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All that glitters is not gold


Football in Goa was in bedlam. The origin can be traced to the elections of the Goa Football Association (GFA) Executive Committee. Along the way, people staying in glass houses appeared to be hurling the biggest stones.

GFA took centre stage, for the wrong reasons, when the issue of the Bandodkar Gold Trophy was debated in the Legislative Assembly. Churchill Alemao raised the issue and other MLA’s joined the debate and Sports Minister Babu Azgaonkar promised the House that a note to order an inquiry into whether the original Bandodkar Trophy was replaced would be placed before the Chief Minister.

GFA reacted immediately and the reaction raised more doubts instead of dousing off doubts in the minds of people who have grown with the Trophy.

GFA president Elvis Gomes called for a press conference, the day after the matter was raised in the Assembly and he finished the press conference with more questions and less answers.


Let us dwell on some of them:

 Elvis could not answer why an emergency executive committee meeting had to be called when fingers were not raised against the present committee. Instead, Elvis claimed that after the Annual General Meeting (AGM), which was held last Sunday and where Churchill had raised the issue, Churchill had called him to inform him that he had no doubts on the present committee. The present committee was not mentioned in the Assembly too.

 Elvis said the Bandodkar Trophy was in a bank vault but could not give any evidence to substantiate his claim. Elvis claimed he was not willing to state where the Trophy was  keeping in mind the safety of the trophy.

 Elvis said the Trophy was sent for evaluation because the committee under Joaquim Alemao tried to get it evaluated and failed and that the evaluation was needed to insure the Trophy. The GFA does not have the evaluation certificate from a gold smith but a guideline on the metal contents of the trophy. Whether the Trophy has been insured or not is still any ones guess.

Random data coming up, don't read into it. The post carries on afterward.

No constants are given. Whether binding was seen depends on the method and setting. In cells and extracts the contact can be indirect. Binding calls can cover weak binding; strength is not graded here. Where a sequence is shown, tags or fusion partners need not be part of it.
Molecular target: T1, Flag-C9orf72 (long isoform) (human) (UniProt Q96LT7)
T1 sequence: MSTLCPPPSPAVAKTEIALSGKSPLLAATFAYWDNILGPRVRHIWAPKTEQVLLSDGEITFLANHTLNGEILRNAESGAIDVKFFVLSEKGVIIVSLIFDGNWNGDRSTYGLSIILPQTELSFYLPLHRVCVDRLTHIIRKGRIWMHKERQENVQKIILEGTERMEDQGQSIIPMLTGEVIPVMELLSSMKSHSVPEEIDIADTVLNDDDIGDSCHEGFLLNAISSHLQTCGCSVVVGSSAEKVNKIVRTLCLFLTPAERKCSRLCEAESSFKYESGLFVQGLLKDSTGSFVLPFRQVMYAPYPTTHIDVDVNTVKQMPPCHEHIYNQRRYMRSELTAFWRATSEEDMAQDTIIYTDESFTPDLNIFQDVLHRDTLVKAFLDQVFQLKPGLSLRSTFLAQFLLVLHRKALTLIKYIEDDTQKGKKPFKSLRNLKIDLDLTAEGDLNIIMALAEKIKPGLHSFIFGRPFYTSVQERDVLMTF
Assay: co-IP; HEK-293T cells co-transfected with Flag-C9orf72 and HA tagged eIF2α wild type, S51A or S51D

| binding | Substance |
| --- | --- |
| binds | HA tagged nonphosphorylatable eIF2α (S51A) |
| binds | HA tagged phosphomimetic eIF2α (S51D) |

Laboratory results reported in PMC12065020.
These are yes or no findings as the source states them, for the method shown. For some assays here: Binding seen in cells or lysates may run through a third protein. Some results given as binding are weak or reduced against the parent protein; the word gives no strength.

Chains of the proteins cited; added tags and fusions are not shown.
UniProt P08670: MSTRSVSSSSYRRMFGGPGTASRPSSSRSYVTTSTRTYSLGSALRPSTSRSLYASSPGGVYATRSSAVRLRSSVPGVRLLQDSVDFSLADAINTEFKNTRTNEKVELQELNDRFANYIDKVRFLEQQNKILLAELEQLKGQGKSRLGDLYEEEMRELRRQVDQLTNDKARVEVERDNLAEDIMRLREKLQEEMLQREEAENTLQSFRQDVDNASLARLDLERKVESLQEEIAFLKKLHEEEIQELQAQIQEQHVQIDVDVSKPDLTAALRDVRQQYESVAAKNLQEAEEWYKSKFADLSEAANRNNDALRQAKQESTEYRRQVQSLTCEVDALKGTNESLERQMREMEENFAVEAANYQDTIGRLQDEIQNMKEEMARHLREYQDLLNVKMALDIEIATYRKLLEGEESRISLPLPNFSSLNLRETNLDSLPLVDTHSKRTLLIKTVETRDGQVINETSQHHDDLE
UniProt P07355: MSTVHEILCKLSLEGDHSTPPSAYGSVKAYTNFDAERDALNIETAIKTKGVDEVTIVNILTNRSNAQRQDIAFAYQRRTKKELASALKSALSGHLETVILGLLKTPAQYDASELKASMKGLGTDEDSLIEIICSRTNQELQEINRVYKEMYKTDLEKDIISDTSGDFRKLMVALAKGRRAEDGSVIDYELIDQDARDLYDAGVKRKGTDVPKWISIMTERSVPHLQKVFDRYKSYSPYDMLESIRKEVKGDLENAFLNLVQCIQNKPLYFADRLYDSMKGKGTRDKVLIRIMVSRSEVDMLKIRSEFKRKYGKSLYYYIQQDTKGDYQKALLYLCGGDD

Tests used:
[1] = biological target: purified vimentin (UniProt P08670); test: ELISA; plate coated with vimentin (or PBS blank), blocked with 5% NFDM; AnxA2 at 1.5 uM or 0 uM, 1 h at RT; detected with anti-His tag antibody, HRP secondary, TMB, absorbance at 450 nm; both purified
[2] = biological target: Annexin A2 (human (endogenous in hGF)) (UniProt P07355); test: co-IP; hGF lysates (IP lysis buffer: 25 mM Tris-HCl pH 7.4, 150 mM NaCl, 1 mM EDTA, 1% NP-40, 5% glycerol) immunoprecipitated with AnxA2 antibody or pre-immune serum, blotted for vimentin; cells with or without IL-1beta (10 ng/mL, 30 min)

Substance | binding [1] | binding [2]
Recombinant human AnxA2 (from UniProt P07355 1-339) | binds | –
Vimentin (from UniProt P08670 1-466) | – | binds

 Elvis claimed the Bandodkar Trophy was got out of the vault because gold has to glitter and GFA was not doing justice by keeping it in the safe. It is now out of the safe and another glitter appears to be adorning GFA.

 Elvis during the press conference tried to dwell on what the government had not done for GFA and the extent the government was bending to assuage Churchill Brothers Football Club.

Guilty conscience pricks the mind, is an old saying. Doubts about the Bandodkar Trophy did not begin because of the report of the so called gold smith but because never in the history of the Trophy was it treated so casually. Before, the Bandodkar Gold Trophy received a treatment a valuable item tends to receive. Where it is kept; where it was kept has been the topic of discussion since it has been removed from its locker.

Does transparency mean hiding the details of where the trophy is? And, do all the members of the Executive Committee agree to this pattern of play? The trophy was donated in 1970 and it was always looked after with respect until Elvis and his men decided to have a feel of the Trophy and many appear not to have enough of it as yet.

The Bandodkar Gold Trophy, according to Elvis, was brought out for it to glitter. The tournament was downgraded by making it a U-20 tournament and a day after the finals; Elvis announced that foreign teams would be invited for the next edition as they had shown interest. Perhaps he forgot that it would have been better had the best U-20 teams from India been first invited. Then, the story of foreign teams showing interest would hold validity.